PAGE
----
10. Betsy Head Play Center, NYC Landmarks Preservation Commission, Designation List 405 LP-2240.
  11. Crotona Play Center Bath House Interior Center, NYC Landmarks Preservation Commission, Designation List 393 LP-2233.
  12. Highbridge Play Center, NYC Landmarks Preservation Commission, Designation List 395 LP-2237.
  13. Thomas Jefferson Play Center, NYC Landmarks Preservation Commission, July 24, 2007 Designation List 394 LP-2236.
  14. Shattuck, Kathryn, Big Chill of '36: Show Celebrates Giant Depression-Era Pools That Cool, New York Times, 14 August 2006.
  15. Aronson, Michael, Once, New York dared to be great: 75 years ago, the city opened 11 giant pools in one summer, New York Daily News, August 14, 2011.

La Guardia Airport and the Marine Air Terminal

Marine Air Terminal La Guardia Airport was York City's first commercial airport and when it opened on December 2, 1939, the nation's most modern commercial aviation complex. It was a 100% WPA project and one of its largest ever  [1,pp.2,439-442].

From the Federal Writers' Project, WPA Guide to New York City, p.567 (written shortly before opening day):

NORTH BEACH AIRPORT. Grand Central Parkway and Ninety-fourth Street, scheduled for opening in the summer of 1939, is New York's second municipal airport -- Floyd Bennett Field in Brooklyn is the first -- and the most important land- and seaplane terminal in the East. Situated on a 432-acre tract projecting into the East River between Bowery and Flushing Bays, the field is only twenty minutes ride, by way of Grand Central Parkway and Triborough Bridge, from mid-town Manhattan.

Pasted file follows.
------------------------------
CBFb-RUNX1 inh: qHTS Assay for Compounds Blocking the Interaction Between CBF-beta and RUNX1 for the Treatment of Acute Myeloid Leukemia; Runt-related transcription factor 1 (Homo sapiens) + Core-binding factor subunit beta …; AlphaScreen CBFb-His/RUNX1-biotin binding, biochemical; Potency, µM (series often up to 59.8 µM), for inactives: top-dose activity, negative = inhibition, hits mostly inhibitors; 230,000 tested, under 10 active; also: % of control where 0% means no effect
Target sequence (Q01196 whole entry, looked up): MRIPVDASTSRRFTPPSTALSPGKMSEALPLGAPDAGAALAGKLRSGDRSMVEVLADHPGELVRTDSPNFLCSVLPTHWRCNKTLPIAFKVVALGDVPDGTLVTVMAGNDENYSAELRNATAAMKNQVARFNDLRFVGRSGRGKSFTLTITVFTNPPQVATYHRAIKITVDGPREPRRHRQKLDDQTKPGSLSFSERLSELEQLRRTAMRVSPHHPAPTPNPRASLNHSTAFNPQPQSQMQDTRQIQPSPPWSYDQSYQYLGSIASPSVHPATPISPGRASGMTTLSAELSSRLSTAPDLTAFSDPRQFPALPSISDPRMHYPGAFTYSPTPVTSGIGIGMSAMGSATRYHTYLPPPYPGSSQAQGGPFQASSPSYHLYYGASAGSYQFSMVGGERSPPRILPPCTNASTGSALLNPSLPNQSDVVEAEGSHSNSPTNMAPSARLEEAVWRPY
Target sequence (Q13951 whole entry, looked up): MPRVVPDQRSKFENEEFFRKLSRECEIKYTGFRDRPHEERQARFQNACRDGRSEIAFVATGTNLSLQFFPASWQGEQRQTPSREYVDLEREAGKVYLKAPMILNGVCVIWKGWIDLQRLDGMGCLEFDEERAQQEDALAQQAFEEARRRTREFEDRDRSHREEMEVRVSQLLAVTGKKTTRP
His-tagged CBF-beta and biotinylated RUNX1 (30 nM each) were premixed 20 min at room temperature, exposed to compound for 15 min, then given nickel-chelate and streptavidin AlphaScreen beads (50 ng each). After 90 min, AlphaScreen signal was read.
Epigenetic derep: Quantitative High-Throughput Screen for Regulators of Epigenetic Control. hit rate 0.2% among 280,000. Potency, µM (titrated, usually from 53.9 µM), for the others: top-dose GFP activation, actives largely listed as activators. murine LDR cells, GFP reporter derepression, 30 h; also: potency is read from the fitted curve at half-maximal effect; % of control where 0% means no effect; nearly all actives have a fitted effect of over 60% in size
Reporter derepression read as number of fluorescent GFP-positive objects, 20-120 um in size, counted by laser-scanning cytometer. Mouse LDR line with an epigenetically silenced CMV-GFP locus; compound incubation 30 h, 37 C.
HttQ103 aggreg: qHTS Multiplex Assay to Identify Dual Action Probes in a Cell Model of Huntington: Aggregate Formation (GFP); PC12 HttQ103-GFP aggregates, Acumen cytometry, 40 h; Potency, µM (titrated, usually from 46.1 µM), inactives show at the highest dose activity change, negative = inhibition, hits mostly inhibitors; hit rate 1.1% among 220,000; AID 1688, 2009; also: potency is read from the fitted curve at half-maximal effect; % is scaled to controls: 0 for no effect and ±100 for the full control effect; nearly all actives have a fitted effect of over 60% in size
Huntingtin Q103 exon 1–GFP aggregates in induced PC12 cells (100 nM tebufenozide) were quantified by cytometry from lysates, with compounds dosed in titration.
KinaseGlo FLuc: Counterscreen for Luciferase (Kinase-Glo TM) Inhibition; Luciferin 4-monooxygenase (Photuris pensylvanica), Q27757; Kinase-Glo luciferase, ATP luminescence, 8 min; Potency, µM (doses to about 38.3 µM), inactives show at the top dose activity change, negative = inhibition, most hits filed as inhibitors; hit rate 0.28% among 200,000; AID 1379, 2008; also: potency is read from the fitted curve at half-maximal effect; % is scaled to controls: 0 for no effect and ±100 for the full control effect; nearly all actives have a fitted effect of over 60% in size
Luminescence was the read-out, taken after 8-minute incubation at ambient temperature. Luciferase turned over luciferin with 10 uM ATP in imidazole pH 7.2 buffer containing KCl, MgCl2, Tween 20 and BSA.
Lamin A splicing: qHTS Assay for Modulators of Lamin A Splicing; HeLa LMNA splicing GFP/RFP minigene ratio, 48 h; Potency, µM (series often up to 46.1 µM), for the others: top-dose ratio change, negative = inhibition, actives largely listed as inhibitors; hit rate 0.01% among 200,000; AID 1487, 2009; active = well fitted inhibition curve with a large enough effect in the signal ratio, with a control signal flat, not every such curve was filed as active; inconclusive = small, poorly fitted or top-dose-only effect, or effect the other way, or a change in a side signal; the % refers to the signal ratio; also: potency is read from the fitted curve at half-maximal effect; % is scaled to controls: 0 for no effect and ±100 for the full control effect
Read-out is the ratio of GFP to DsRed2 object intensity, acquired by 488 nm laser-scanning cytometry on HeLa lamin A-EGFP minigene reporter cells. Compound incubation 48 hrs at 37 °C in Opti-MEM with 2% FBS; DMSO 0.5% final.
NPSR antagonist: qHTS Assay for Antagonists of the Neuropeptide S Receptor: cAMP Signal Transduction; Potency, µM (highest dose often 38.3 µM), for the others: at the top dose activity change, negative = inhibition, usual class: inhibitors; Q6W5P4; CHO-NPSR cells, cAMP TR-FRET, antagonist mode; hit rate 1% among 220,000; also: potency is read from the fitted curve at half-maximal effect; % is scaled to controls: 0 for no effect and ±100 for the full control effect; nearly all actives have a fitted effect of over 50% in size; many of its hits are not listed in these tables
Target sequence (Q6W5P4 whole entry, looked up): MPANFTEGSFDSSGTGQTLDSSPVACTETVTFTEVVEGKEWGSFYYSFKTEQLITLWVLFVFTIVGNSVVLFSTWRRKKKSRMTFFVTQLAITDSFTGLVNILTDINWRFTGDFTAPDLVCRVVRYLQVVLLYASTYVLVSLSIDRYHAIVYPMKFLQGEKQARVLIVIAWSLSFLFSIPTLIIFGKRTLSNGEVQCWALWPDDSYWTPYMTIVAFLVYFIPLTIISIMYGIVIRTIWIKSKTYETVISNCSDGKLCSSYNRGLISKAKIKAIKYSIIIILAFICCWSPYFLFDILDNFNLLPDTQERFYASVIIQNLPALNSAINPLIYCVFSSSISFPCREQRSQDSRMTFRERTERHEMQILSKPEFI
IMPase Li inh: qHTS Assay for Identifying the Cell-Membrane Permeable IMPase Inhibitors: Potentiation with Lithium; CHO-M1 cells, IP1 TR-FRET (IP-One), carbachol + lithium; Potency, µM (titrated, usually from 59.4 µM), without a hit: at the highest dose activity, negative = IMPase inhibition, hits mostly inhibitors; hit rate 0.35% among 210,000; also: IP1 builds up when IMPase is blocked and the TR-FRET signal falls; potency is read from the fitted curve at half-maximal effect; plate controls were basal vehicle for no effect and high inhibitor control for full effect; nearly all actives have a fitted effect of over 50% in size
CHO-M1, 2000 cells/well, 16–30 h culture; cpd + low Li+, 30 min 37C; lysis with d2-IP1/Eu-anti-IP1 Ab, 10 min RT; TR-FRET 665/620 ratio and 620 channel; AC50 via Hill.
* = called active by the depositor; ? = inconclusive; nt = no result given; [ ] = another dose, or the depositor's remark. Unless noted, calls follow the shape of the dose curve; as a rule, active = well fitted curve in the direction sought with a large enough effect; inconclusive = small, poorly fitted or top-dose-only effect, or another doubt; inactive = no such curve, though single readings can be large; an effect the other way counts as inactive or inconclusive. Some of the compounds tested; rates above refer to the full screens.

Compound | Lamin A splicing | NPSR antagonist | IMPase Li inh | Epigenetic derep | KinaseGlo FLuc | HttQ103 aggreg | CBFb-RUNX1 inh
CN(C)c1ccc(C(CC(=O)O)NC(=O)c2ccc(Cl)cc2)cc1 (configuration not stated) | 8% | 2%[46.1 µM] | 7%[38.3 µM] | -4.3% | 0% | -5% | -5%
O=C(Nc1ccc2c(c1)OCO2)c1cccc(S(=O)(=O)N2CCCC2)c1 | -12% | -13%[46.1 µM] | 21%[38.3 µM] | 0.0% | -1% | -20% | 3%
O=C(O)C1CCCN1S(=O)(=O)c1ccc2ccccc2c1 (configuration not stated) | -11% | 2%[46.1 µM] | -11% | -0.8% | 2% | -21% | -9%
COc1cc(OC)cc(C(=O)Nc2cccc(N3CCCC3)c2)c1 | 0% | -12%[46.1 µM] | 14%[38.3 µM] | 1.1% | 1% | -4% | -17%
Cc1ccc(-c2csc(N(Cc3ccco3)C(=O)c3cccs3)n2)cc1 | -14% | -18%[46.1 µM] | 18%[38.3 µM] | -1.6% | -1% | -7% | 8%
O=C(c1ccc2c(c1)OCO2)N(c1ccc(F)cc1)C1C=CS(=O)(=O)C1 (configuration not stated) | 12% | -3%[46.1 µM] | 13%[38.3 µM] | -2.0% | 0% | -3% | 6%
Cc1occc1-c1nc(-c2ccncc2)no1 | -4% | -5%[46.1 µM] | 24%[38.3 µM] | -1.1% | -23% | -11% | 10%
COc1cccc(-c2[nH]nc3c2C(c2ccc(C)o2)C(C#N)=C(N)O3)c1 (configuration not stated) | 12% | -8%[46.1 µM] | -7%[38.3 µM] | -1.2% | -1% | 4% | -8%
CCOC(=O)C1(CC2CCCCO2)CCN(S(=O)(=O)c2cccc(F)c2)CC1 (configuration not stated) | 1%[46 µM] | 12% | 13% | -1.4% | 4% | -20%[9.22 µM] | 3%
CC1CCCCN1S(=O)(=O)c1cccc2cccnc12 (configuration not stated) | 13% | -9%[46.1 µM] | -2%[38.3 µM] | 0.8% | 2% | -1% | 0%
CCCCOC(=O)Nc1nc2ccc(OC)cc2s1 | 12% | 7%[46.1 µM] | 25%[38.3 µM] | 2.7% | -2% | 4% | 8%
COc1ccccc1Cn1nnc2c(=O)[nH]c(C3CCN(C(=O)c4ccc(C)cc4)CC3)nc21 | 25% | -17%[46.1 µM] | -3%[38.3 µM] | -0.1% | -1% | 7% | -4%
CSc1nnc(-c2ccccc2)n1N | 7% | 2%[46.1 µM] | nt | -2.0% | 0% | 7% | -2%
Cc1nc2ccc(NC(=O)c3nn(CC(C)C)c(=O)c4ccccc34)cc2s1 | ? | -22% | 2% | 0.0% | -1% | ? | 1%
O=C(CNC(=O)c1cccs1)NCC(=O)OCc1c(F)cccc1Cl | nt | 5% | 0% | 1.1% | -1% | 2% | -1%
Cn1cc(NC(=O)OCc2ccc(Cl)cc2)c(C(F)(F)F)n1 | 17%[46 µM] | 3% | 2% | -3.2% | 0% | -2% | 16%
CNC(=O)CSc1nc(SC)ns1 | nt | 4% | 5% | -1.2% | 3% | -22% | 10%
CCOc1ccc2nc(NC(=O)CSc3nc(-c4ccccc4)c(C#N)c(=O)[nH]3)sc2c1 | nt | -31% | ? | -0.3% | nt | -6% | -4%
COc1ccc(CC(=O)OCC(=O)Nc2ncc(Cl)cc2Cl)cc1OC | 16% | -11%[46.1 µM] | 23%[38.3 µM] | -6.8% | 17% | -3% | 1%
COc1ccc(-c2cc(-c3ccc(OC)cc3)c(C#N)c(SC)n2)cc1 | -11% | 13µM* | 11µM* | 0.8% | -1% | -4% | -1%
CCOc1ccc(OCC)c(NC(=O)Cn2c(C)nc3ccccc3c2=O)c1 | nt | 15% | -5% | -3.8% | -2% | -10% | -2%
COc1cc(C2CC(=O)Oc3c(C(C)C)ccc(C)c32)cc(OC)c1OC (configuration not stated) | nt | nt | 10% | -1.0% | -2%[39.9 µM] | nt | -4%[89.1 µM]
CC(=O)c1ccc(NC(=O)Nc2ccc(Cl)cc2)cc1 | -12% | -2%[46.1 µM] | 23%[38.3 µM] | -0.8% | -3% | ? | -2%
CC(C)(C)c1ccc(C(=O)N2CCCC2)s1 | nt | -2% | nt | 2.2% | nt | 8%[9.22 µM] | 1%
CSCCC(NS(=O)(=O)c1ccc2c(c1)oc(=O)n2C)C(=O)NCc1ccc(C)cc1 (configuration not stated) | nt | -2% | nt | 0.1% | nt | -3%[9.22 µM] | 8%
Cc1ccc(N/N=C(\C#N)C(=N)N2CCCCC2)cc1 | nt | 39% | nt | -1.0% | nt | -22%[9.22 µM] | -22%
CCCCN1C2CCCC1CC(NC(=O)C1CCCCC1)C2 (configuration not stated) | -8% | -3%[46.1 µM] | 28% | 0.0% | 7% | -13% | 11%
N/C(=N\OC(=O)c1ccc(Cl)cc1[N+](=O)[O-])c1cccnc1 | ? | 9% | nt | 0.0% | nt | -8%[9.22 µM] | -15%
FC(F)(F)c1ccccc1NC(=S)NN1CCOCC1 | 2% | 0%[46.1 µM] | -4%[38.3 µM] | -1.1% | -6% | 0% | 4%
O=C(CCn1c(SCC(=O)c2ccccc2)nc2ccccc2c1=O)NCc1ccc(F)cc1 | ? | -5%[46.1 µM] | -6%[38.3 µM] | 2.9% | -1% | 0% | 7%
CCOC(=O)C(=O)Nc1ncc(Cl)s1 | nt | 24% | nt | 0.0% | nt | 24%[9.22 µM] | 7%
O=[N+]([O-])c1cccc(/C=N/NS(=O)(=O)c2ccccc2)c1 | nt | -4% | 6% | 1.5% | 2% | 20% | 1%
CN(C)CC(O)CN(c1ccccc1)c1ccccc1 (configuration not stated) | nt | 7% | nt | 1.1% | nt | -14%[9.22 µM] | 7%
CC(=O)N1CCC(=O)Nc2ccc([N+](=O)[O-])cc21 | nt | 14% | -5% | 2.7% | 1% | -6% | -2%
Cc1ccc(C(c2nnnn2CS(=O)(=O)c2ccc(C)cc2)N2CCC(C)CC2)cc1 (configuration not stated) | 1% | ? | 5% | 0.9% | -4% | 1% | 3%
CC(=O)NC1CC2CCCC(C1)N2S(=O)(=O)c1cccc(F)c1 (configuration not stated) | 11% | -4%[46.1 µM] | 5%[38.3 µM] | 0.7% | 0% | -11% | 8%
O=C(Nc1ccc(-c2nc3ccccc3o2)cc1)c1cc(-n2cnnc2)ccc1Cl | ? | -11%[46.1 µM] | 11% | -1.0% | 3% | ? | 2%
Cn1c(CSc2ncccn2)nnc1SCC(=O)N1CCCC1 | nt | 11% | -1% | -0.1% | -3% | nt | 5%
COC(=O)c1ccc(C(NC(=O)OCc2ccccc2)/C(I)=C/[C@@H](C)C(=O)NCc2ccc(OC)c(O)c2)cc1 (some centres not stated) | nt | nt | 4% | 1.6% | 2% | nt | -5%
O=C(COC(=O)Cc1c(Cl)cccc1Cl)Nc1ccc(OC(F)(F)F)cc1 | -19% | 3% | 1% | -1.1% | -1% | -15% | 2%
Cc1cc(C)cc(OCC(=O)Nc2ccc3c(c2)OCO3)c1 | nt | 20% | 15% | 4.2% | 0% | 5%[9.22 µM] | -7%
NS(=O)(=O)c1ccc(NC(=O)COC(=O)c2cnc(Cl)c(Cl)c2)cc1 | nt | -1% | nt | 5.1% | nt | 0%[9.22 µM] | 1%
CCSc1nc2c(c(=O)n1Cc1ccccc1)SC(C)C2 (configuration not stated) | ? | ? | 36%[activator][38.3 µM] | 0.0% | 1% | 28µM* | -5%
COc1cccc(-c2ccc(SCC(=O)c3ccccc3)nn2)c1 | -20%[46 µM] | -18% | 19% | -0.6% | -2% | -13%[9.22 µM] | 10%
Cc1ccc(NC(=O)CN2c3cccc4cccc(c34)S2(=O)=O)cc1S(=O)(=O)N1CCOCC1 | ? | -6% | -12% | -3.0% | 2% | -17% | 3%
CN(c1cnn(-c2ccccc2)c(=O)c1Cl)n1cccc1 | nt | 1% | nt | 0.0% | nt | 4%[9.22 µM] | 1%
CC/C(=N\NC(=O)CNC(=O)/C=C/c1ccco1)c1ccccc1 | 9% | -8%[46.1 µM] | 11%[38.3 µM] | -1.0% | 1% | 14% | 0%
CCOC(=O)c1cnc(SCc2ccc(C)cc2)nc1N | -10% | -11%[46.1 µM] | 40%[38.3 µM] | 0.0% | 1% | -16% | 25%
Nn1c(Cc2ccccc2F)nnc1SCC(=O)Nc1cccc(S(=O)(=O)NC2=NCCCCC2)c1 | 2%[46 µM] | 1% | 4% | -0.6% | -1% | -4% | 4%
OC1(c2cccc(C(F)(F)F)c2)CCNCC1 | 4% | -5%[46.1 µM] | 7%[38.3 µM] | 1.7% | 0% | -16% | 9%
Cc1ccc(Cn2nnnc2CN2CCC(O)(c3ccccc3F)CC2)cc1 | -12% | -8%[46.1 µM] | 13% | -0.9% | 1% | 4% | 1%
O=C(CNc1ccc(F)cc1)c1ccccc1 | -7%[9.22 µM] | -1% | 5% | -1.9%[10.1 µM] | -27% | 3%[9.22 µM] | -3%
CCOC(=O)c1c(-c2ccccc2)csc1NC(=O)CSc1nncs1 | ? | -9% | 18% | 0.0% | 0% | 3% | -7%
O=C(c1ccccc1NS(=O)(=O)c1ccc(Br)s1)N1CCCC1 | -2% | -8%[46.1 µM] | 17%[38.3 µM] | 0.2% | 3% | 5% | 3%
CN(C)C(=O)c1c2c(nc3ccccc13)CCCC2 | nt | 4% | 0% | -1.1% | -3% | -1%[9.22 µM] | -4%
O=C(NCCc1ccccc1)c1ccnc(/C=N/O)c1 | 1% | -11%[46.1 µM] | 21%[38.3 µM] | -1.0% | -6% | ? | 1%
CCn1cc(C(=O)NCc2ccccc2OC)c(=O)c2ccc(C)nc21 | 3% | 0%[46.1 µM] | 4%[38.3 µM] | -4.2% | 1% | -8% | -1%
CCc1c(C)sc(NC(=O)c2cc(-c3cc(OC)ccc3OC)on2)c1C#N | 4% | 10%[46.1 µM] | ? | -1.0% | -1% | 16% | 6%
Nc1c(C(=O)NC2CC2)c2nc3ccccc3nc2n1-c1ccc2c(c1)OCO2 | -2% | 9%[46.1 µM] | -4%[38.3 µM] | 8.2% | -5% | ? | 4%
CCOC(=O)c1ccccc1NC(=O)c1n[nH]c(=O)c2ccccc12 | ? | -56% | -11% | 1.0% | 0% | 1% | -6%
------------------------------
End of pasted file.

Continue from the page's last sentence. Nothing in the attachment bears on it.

La Guardia Airport The seaplane division is designed to accommodate regular transatlantic airplane travel and will be used by Pan American Airways, Air France Transatlantique, Imperial Airways, Royal Dutch, and Deutsche Lufthansa. Its facilities will eventually include two hangars holding twelve to fourteen planes; a marine traffic terminal connecting with the hangars by tunnel; an administration building containing waiting and baggage rooms, and offices for navigation, flight control, health, customs, and immigration; and a platform ramp on Flushing Bay for landing passengers.

The landplane field will be used as the eastern terminus for the planes of the Transcontinental and Western, the American, the United, and the Eastern air lines, replacing Newark Airport in this respect. Its facilities will comprise four concrete runways measuring 4,688, 4,168, 3,900, and 3,532 feet, unobstructed runway approaches of several hundred feet, and an administration building flanked by six hangars.

The cost of the airport is estimated at $22,000,000, of which 70 per cent will be borne by WPA. Work was begun early in 1938.

La Guardia Airport The "landplane field" is what we now call La Guardia (or LaGuardia) Airport, the seaplane division is what we now call Marine Air Terminal. They were a single project at the time, although now they are considered sort of separate. For example, if you take a taxi you have to say either La Guardia or Marine Air Terminal; they have different exits on the Grand Central Parkway.

Mason Williams, in City of Ambition (2013), writes:

Despite its relatively light use of capital, the WPA made a considerable contribution to the city's economic development — above all in the construction of La Guardia Airport, which connected New York not simply to the metropolitan area and to the surrounding regions but to other world cities ... Roosevelt gave his full support to the project ... eventually the cost would rise to $40 million, of which the WPA contributed $27 million ... and New York became ... one of the world's air traffic centers.